The French Press method is the full immersion way to make coffee. It was first developed in France in 1852 by Frenchmen Mayer and Delforge and was later improved upon by Italians Attilio Calimani and Giulio Moneta in 1929. The concept is simple, to completely immerse the coffee grounds, or “steep” the coffee, and then use a metal plunger, or press, to separate the grounds from the coffee. The brew time is quick and most serious coffee drinkers use this as their weekend go-to method for brewing fresh coffee.

The carafe looks like this, as sold by SterlingPro on Amazon

French Press coffee is known for its strong, bold flavor and full body that results from the steeping process. Unlike the Chemex or drip variety, a French Press doesn’t use a paper filter and instead relies on a metal mesh filter to separate the grounds from the coffee to brew a strong, robust cup of coffee.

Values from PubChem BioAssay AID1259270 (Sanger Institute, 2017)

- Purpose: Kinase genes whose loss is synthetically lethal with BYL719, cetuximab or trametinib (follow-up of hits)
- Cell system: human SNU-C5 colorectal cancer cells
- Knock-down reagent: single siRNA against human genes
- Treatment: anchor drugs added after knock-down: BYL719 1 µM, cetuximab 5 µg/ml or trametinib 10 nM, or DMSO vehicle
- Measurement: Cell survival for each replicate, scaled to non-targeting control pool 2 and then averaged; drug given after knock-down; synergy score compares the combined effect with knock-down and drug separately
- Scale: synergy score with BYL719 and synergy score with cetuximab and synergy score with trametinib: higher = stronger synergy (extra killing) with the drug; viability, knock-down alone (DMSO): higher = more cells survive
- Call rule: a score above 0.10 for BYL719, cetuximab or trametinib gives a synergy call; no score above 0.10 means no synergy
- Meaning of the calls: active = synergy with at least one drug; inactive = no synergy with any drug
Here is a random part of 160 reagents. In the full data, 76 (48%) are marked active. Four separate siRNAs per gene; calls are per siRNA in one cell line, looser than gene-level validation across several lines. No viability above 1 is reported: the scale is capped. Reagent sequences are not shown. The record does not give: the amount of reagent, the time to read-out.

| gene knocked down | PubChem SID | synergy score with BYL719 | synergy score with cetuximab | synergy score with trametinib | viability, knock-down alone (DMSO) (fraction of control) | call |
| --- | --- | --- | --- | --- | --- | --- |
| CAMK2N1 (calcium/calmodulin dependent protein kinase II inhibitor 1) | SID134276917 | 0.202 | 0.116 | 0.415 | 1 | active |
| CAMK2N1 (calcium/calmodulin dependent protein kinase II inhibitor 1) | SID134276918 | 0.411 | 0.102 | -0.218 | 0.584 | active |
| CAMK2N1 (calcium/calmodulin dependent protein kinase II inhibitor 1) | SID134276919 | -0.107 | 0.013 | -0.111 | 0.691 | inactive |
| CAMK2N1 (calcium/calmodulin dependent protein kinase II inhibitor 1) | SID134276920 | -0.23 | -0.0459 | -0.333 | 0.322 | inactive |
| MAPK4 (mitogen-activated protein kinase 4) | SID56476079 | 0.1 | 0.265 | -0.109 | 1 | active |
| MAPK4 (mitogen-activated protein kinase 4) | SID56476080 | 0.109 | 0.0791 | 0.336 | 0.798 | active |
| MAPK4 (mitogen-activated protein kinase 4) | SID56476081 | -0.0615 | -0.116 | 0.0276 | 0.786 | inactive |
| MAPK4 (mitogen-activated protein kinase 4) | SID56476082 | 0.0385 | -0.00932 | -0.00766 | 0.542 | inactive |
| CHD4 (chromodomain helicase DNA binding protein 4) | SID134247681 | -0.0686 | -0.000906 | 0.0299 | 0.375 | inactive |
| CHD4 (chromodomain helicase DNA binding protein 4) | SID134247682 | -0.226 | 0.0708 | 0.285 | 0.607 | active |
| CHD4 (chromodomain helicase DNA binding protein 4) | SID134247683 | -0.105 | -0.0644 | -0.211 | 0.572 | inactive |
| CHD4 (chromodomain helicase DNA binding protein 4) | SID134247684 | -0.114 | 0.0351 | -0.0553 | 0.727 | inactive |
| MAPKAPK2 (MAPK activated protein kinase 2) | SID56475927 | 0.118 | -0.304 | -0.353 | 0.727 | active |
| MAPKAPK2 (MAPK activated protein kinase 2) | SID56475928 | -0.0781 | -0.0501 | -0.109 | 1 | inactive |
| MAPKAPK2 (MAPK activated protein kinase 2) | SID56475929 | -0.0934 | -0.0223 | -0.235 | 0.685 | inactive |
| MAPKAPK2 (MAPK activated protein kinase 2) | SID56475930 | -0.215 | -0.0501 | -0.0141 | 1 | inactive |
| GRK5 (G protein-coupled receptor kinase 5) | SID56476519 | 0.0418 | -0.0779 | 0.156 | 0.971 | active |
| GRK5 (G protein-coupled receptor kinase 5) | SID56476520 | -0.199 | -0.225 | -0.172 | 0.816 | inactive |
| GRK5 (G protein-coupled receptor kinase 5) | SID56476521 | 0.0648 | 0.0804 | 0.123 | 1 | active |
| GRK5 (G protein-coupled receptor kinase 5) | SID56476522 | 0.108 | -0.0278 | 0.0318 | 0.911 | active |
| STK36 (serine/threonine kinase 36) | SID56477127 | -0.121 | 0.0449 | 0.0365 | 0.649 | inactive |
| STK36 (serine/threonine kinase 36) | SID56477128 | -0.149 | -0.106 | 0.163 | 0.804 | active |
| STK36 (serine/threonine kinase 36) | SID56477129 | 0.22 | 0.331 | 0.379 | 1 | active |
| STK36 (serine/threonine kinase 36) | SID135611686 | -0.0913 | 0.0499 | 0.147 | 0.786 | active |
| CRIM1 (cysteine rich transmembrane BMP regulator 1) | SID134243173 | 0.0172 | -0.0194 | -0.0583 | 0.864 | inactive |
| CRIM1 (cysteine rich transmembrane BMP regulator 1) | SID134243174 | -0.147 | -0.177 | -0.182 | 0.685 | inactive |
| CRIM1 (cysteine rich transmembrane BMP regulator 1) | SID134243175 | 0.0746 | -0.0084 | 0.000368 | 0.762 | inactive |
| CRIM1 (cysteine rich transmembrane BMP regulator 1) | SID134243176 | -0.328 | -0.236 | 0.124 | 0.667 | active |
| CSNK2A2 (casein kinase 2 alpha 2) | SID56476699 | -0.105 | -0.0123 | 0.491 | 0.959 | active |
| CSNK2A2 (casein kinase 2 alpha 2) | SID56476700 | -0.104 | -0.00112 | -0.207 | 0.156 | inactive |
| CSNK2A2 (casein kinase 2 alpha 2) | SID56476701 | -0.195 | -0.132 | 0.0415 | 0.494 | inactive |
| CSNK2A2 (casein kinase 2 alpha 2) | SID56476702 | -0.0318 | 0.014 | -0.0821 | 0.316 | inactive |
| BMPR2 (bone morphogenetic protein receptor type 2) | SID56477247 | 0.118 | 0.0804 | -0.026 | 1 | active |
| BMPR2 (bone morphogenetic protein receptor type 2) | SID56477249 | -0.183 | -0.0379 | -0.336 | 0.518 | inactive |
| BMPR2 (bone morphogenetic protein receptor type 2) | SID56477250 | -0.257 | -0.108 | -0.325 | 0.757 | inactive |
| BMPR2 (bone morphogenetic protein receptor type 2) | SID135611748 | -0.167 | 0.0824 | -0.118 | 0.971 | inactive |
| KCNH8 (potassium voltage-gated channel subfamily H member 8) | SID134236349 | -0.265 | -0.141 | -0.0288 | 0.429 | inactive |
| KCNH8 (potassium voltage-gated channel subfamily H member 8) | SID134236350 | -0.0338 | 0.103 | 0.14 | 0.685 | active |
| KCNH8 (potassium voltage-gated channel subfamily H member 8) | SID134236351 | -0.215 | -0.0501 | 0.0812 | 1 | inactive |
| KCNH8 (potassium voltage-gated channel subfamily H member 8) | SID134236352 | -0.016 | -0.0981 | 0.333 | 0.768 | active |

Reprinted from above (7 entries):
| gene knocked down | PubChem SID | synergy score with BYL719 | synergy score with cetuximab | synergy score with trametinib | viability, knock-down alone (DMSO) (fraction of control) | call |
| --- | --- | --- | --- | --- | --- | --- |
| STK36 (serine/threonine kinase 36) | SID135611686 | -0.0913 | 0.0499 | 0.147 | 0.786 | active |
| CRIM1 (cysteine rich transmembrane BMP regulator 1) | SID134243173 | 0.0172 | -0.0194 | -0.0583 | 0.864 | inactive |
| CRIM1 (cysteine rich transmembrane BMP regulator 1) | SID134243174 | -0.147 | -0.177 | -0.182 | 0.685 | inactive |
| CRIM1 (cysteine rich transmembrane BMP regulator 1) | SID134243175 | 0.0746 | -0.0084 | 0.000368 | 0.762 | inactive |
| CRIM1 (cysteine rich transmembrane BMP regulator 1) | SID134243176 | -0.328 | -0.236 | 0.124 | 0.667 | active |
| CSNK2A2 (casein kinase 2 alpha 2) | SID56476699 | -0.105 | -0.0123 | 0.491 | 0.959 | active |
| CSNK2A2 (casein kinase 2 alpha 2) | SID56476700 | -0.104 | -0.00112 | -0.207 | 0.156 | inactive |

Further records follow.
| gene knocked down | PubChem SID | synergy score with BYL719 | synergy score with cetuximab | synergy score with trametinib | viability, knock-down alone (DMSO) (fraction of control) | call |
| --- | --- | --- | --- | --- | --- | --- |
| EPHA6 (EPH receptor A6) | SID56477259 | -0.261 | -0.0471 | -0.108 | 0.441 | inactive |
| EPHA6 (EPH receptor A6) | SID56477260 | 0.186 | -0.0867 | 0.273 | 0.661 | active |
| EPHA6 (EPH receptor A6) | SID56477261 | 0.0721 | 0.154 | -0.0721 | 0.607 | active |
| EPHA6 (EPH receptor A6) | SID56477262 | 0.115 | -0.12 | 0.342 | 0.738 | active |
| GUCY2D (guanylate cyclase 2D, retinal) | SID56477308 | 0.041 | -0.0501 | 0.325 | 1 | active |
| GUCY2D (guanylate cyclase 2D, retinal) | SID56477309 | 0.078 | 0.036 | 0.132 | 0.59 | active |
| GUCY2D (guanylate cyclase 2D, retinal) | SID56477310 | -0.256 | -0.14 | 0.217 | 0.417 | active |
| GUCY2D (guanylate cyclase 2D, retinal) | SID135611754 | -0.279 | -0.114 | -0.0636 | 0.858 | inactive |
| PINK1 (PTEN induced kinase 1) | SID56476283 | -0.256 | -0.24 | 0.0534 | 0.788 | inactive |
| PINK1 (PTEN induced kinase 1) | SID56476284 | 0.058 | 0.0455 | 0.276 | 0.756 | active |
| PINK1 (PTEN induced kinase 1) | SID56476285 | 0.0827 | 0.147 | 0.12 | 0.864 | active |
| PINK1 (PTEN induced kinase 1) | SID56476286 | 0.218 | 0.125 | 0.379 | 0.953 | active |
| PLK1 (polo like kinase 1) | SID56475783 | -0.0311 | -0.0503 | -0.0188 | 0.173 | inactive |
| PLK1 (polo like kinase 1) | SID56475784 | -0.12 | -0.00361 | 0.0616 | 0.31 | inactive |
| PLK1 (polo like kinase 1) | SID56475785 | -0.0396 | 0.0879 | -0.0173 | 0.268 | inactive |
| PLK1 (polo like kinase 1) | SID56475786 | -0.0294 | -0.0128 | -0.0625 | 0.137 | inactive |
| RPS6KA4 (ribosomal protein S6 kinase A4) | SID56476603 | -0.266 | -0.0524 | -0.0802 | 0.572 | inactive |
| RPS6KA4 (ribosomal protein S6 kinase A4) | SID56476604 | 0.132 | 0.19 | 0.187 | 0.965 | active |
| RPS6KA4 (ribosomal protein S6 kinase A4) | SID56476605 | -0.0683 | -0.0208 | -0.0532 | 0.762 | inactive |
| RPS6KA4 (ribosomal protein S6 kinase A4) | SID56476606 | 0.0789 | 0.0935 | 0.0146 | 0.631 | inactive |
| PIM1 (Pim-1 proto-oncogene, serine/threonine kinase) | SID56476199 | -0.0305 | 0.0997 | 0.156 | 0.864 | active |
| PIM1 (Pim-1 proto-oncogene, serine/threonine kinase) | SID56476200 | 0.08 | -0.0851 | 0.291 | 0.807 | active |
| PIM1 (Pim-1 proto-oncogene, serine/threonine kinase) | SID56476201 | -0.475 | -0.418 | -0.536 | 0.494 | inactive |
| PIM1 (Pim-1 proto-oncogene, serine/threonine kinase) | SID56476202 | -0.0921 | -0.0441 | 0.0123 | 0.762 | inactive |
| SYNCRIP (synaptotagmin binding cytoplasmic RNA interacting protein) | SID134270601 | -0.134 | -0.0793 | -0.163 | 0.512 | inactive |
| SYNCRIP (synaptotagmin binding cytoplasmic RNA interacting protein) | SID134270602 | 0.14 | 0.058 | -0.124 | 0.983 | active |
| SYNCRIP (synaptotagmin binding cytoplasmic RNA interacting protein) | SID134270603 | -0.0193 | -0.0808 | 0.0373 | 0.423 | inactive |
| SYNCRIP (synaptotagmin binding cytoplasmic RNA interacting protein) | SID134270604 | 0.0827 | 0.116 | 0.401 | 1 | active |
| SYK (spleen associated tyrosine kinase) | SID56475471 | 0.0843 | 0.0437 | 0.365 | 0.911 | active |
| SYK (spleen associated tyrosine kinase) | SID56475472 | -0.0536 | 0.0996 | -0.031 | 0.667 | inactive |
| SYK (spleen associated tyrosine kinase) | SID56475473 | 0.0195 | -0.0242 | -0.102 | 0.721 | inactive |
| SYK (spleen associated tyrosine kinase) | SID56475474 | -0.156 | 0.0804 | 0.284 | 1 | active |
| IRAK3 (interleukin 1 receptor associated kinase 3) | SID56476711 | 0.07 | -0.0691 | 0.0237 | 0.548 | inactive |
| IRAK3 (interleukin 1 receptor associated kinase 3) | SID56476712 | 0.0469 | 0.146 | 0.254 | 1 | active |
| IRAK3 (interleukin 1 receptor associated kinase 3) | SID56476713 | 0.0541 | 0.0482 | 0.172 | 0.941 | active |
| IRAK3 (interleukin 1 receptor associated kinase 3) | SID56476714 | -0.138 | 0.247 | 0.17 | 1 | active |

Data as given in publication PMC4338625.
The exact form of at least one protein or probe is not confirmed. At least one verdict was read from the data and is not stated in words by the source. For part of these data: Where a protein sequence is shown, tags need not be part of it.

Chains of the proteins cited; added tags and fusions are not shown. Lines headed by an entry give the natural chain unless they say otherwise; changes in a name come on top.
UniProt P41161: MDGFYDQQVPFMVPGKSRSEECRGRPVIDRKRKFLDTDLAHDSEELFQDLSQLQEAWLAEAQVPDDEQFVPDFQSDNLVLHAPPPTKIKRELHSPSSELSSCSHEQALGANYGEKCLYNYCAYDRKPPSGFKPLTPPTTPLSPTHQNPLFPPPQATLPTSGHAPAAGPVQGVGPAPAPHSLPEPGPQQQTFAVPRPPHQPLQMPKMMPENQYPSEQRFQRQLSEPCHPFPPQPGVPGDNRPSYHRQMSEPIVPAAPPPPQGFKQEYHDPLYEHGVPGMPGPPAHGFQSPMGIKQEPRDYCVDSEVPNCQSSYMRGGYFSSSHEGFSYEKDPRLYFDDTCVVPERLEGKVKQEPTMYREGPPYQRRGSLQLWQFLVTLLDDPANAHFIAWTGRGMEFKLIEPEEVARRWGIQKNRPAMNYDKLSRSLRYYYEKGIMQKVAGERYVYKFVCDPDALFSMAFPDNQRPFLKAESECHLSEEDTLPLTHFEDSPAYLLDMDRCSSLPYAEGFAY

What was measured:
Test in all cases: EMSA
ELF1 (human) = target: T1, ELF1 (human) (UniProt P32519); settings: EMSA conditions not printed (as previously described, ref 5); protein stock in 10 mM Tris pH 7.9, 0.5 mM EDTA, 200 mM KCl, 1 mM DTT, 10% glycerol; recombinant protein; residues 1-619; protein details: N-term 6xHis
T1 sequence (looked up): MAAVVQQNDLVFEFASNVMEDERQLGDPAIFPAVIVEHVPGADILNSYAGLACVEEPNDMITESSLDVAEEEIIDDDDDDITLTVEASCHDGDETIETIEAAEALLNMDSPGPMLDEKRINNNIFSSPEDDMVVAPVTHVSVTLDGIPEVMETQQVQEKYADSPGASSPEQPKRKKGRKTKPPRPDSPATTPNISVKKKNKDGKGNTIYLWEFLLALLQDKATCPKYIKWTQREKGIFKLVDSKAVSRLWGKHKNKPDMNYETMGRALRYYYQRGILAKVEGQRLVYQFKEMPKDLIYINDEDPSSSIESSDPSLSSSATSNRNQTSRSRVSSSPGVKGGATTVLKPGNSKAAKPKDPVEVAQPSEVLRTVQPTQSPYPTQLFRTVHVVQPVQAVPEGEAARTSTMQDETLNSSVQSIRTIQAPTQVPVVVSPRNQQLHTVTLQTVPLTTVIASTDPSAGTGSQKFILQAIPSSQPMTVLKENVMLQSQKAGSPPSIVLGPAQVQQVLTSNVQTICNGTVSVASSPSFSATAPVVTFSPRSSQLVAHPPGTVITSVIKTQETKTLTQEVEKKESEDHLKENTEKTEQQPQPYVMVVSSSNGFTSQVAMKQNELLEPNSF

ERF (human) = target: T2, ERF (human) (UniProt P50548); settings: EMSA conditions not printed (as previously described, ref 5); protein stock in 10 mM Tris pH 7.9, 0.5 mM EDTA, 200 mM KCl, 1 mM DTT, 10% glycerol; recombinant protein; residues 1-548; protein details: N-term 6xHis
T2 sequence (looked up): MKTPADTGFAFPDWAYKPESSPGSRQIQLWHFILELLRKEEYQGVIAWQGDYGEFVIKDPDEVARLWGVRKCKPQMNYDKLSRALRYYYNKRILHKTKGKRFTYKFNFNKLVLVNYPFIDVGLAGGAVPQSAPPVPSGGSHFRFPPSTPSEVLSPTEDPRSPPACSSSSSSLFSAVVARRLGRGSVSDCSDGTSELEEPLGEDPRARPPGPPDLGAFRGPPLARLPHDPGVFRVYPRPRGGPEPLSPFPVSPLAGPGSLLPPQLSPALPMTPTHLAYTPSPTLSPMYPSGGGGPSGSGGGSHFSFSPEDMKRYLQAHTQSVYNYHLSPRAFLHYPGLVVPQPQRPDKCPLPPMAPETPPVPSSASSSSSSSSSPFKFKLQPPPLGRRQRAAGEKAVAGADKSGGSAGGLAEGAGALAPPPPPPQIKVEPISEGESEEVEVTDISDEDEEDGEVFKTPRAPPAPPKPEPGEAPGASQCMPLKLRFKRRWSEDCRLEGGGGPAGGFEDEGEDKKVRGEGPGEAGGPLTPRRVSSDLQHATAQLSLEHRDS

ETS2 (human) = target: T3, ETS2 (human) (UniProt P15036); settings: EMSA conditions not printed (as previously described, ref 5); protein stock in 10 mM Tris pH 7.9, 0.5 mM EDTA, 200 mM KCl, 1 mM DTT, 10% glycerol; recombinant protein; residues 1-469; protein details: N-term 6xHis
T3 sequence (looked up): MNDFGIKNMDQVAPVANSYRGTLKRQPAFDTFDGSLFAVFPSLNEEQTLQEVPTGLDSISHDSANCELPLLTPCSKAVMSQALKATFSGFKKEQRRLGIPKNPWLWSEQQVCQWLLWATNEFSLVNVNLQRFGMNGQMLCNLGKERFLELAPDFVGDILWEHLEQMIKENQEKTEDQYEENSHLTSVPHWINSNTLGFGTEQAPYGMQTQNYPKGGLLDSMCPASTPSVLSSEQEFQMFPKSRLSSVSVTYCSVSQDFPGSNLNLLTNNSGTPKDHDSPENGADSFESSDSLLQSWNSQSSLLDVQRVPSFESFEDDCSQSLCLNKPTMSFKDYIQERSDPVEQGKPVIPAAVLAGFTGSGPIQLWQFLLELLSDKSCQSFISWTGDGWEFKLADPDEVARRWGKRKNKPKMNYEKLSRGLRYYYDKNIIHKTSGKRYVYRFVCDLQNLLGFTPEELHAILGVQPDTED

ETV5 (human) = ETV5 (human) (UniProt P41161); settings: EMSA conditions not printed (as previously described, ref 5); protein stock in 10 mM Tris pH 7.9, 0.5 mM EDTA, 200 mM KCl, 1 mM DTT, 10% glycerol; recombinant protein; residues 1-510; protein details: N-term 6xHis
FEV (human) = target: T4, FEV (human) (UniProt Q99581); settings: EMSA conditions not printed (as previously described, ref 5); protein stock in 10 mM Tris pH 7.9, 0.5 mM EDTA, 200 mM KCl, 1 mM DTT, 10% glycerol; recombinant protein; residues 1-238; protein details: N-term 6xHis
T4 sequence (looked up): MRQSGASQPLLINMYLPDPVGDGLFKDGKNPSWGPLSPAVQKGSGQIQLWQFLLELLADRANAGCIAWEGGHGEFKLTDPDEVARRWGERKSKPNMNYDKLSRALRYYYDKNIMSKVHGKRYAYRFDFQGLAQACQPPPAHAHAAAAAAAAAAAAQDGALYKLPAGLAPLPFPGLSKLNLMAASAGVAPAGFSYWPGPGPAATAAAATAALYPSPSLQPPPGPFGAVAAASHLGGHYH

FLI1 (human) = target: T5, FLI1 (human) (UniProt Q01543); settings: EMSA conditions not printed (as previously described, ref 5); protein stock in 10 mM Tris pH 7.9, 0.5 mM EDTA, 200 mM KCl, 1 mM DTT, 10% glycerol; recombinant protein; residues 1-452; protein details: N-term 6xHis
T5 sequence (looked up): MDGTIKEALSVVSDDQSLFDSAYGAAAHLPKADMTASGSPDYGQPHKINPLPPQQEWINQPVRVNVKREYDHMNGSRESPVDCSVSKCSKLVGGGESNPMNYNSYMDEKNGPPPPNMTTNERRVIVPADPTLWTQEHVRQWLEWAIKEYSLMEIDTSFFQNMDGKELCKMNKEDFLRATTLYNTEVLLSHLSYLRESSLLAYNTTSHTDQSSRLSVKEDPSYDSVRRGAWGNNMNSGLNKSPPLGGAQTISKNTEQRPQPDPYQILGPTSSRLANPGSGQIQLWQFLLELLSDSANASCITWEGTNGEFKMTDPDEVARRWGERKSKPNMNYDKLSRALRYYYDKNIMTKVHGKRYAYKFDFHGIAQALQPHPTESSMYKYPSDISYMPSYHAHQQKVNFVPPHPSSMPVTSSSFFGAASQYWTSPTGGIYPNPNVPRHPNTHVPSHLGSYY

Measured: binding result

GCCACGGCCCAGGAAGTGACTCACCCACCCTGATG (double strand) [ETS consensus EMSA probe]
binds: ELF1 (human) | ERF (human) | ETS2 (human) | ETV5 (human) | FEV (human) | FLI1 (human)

How to Use a French Press Coffee Maker

You will need:

  • French Press carafe
  • Burr grinder
  • Coffee beans
  • Tea kettle (or something similar) to boil water
  • Spoon

You want to prepare the French Press carafe for the coffee so it is warm and ready to receive the brew, the same way you prepare a Chemex carafe. If it isn’t, the glass will absorb all the heat from the coffee and alter its flavor.

Step One:

Boil the water you need based on the number of cups you plan to brew, plus extra to warm the carafe. A common ratio when manually brewing coffee is 1:15 which translates to 15 grams of ground coffee per every 225 grams of water. You can adjust based on taste preferences from this starting point. Pour the extra water into the carafe, swirl it around so it touches all sides, and discard the water before brewing.

Step Two:

Grind your coffee with a burr grinder until it is coarse, like granules instead of sand. It should look like this: